Are live strains of the yeast, Saccharomyces cerevisiae, are used in animal nutrition to enhance fiber digestion in both ruminants and non-ruminants. These strains have the ability to metabolize nutrients in an anaerobic environment and promote the growth of beneficial bacteria, including those that can utilize lactic acid.
Beneficial effects have also been seen in mares during gestation with regard to milk quantity and quality, resulting in faster growing foals. As the fetus grows in size during the 3rd trimester of gestation, the room available for food in the mare is significantly reduced, which can result in loss of body condition. Improving nutrient digestibility at this stage is important to minimize loss of condition of the mare.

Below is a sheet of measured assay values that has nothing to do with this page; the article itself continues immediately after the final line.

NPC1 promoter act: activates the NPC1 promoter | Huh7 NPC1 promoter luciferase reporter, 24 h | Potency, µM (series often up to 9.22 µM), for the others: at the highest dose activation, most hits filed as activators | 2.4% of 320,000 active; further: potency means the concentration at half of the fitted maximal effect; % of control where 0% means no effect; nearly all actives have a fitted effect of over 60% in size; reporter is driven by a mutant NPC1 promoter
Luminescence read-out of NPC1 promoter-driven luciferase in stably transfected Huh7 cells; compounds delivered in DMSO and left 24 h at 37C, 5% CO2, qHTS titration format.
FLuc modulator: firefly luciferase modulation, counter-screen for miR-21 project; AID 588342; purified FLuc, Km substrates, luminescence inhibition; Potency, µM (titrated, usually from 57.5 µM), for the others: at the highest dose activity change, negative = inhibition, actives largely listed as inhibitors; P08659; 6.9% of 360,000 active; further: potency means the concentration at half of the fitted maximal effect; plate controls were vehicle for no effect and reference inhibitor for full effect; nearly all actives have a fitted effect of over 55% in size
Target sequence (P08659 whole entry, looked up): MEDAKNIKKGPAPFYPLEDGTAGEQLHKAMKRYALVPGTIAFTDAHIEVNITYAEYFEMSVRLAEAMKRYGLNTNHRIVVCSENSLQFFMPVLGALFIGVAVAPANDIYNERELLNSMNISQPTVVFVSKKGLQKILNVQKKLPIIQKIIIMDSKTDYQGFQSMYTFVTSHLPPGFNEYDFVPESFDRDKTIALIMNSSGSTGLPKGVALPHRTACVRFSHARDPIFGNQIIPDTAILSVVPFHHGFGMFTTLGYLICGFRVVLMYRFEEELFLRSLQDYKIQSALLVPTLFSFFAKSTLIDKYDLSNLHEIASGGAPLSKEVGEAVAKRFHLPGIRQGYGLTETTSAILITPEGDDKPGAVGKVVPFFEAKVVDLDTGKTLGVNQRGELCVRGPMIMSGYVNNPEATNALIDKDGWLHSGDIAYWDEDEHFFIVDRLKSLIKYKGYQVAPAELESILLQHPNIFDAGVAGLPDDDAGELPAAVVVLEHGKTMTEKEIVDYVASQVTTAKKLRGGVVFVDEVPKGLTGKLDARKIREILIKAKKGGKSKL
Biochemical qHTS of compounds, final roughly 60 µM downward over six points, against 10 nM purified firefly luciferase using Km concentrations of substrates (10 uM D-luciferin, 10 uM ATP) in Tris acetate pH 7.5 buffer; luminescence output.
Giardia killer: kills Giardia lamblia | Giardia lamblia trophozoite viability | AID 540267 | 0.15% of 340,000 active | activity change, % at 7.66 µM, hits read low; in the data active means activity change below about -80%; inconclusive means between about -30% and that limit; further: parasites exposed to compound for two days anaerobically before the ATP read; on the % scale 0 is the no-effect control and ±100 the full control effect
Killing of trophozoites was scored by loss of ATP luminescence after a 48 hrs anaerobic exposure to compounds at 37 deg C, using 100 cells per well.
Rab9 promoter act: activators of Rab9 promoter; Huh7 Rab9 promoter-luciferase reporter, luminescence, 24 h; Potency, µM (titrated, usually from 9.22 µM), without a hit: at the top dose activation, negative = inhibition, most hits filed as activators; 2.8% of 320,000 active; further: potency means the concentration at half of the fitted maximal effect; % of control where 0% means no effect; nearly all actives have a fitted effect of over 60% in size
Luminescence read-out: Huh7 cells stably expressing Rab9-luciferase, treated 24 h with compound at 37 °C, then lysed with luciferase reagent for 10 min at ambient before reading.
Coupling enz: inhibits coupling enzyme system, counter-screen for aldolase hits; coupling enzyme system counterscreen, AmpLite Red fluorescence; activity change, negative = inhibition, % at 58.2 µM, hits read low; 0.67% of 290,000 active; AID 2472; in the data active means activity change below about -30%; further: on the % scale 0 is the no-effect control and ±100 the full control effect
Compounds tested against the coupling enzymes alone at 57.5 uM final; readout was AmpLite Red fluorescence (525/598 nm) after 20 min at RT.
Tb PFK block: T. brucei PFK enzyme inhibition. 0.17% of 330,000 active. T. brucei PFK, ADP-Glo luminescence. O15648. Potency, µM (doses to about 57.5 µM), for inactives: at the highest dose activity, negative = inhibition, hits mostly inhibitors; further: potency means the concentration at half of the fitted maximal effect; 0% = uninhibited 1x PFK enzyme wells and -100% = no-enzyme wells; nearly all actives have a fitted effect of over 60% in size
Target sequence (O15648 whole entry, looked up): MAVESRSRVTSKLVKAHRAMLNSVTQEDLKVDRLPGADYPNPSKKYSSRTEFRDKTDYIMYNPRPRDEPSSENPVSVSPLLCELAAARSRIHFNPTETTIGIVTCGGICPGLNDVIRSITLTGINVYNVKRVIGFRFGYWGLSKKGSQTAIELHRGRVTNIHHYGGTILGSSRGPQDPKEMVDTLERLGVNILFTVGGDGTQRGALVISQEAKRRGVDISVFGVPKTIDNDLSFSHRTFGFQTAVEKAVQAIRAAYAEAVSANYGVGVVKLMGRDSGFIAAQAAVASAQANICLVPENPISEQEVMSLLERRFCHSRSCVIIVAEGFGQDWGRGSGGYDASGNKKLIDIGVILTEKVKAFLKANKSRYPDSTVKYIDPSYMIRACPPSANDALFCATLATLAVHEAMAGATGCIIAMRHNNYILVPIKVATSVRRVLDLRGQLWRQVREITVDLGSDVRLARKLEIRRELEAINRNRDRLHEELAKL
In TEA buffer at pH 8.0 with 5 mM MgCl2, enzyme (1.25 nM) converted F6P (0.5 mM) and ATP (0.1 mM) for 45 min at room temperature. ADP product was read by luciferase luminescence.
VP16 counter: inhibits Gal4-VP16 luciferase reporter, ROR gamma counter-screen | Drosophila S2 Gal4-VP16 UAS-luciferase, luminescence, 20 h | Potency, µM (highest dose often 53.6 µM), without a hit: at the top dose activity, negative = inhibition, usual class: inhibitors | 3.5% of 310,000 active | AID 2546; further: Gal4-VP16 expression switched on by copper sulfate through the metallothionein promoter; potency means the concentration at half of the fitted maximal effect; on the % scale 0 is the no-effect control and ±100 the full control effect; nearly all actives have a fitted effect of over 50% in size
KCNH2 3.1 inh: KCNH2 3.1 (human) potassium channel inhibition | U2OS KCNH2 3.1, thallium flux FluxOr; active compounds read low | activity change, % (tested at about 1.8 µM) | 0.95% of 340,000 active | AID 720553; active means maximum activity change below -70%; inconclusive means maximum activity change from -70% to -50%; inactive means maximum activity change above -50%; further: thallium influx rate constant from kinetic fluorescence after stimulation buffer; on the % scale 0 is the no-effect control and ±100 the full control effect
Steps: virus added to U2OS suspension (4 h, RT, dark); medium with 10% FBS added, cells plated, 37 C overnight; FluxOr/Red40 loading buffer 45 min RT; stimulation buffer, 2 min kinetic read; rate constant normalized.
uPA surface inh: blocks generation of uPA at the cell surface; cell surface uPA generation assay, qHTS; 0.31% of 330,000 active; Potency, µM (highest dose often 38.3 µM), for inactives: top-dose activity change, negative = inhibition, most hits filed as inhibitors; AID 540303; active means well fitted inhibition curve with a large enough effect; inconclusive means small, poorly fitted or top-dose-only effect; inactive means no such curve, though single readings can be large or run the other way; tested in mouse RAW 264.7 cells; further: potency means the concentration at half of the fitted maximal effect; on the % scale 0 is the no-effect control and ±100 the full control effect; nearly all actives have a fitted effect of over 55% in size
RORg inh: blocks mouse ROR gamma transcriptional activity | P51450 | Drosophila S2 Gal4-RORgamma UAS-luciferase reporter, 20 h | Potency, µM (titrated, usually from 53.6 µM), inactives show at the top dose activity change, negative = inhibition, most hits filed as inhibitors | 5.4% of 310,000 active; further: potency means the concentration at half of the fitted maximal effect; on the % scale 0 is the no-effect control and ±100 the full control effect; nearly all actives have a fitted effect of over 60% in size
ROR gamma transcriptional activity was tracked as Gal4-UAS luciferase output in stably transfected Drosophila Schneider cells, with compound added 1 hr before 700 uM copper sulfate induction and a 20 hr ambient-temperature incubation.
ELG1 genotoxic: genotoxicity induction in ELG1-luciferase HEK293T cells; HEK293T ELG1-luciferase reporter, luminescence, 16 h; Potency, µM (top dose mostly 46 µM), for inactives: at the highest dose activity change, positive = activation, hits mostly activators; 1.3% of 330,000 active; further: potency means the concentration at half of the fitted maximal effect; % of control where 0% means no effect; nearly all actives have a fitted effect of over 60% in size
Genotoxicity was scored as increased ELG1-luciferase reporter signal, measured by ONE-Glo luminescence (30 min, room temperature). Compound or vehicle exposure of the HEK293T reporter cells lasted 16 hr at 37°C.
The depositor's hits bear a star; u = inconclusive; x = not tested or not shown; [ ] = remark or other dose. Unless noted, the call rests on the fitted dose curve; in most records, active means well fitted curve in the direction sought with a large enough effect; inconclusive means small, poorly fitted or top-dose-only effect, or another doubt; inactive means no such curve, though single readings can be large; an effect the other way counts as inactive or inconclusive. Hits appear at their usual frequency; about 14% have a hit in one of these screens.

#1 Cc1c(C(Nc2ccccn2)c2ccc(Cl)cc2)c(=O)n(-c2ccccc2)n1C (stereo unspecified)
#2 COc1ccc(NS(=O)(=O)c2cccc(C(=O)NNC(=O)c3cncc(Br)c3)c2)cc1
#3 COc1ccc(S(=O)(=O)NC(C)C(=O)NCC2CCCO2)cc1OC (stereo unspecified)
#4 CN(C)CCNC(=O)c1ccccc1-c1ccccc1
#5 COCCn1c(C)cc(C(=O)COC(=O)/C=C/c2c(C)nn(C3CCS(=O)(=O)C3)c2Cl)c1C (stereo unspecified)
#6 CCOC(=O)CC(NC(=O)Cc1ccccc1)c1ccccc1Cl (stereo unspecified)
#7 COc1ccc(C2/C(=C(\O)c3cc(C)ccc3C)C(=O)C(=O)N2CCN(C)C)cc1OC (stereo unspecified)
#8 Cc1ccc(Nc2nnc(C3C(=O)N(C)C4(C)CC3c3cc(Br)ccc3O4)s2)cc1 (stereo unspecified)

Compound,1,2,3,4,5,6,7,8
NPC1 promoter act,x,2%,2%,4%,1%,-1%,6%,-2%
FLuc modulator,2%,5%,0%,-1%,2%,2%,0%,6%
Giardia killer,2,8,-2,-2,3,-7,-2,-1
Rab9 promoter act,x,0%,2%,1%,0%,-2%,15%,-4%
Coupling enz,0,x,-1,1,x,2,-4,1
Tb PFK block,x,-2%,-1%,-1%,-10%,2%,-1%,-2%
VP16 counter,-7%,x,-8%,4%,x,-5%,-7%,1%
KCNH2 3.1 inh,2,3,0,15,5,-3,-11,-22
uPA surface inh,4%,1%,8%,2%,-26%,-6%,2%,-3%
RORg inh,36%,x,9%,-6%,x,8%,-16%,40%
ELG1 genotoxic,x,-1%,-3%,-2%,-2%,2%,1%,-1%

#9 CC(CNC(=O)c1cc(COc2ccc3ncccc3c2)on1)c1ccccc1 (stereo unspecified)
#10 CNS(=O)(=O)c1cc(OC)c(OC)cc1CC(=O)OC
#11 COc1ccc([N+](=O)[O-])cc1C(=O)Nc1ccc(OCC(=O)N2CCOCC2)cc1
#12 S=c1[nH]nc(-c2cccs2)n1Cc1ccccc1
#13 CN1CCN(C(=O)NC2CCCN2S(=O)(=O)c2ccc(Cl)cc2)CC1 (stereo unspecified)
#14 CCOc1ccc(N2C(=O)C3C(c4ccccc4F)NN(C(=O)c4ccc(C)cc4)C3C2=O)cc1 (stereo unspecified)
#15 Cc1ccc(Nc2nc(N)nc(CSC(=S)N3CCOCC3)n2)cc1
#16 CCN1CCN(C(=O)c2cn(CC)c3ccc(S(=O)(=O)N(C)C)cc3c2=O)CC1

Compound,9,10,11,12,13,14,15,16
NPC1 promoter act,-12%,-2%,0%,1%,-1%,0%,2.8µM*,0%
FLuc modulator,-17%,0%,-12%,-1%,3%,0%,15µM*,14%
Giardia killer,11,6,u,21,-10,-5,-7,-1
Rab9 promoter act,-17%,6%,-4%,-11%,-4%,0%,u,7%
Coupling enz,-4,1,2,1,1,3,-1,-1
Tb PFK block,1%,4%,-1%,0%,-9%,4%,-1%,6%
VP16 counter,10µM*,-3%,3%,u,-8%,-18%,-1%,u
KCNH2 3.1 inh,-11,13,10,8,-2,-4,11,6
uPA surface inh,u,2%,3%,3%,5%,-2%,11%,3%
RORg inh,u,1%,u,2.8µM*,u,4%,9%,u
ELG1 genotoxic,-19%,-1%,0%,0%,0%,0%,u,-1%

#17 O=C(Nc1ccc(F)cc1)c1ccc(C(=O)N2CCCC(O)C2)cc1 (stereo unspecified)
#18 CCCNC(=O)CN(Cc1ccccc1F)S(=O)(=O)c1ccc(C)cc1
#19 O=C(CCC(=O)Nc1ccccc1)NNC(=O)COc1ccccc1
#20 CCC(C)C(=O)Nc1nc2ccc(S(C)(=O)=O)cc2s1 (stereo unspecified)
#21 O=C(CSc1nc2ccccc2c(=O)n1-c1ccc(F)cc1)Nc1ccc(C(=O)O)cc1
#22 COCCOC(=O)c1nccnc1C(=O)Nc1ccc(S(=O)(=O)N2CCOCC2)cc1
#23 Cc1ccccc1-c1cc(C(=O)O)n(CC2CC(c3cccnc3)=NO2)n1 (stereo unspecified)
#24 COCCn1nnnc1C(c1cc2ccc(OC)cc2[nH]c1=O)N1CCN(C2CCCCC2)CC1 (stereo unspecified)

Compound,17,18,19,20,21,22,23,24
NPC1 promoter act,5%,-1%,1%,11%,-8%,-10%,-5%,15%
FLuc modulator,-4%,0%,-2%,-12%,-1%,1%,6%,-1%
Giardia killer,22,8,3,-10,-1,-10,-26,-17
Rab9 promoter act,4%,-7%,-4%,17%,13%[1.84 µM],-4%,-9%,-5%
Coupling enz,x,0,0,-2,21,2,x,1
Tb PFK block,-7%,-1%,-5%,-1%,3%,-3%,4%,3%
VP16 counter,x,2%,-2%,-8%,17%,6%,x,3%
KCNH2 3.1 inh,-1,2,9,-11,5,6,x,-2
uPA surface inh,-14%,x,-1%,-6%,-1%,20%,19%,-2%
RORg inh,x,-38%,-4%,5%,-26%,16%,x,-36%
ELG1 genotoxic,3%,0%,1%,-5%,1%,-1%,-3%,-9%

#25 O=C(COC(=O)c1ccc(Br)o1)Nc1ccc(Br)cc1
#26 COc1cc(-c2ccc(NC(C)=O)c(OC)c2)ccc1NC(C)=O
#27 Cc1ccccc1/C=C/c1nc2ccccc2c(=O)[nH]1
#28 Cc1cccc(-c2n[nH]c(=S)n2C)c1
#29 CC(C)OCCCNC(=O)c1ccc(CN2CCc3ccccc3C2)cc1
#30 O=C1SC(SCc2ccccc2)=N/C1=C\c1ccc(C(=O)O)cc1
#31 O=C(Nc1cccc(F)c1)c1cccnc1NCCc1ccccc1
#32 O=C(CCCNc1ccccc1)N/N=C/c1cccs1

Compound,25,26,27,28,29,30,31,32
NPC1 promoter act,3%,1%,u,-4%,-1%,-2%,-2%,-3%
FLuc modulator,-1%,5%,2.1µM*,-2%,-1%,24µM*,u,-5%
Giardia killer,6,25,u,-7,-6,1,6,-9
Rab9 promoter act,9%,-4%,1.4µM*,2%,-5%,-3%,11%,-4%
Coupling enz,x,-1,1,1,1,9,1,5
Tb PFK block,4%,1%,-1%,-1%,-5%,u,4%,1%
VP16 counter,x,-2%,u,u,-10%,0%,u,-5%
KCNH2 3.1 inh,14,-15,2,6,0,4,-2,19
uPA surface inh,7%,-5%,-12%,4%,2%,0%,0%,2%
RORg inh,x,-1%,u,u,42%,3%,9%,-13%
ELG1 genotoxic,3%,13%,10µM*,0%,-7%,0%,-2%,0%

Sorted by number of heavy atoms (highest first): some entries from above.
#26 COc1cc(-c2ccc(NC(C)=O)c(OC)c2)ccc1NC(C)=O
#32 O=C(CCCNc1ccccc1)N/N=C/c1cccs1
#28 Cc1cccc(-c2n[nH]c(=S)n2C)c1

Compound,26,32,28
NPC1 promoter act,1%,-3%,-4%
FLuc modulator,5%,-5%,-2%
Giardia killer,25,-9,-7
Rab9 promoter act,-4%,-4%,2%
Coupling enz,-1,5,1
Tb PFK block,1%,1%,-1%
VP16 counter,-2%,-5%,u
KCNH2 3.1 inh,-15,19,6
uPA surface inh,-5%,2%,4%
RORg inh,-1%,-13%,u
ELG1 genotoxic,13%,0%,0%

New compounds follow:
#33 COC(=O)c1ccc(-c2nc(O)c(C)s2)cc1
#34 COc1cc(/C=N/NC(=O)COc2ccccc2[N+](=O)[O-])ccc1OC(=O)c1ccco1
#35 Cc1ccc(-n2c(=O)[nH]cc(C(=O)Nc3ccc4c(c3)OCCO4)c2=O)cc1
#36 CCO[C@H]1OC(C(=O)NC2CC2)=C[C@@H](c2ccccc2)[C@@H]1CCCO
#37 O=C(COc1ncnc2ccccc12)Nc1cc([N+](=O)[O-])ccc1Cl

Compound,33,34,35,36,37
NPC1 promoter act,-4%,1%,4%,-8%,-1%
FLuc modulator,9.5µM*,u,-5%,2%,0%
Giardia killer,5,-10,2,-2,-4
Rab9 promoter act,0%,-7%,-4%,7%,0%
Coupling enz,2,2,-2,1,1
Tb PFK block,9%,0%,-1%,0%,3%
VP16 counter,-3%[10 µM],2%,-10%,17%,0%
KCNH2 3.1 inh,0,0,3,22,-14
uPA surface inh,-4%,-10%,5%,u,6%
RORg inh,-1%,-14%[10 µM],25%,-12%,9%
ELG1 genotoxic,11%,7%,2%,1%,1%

Yeast also increases efficiency of energy production in animals like cattle and horses that ferment fiber via microbial breakdown. Although the exact mechanism remains elusive, one theory is that the yeast feeds the beneficial bacteria that convert fiber into energy in the cow’s rumen and the horse’s hindgut.
Although all horses can benefit from more efficient energy production, this is of extra importance to senior horses, whose ability to break down fiber eventually decreases, sometimes resulting in declining body condition.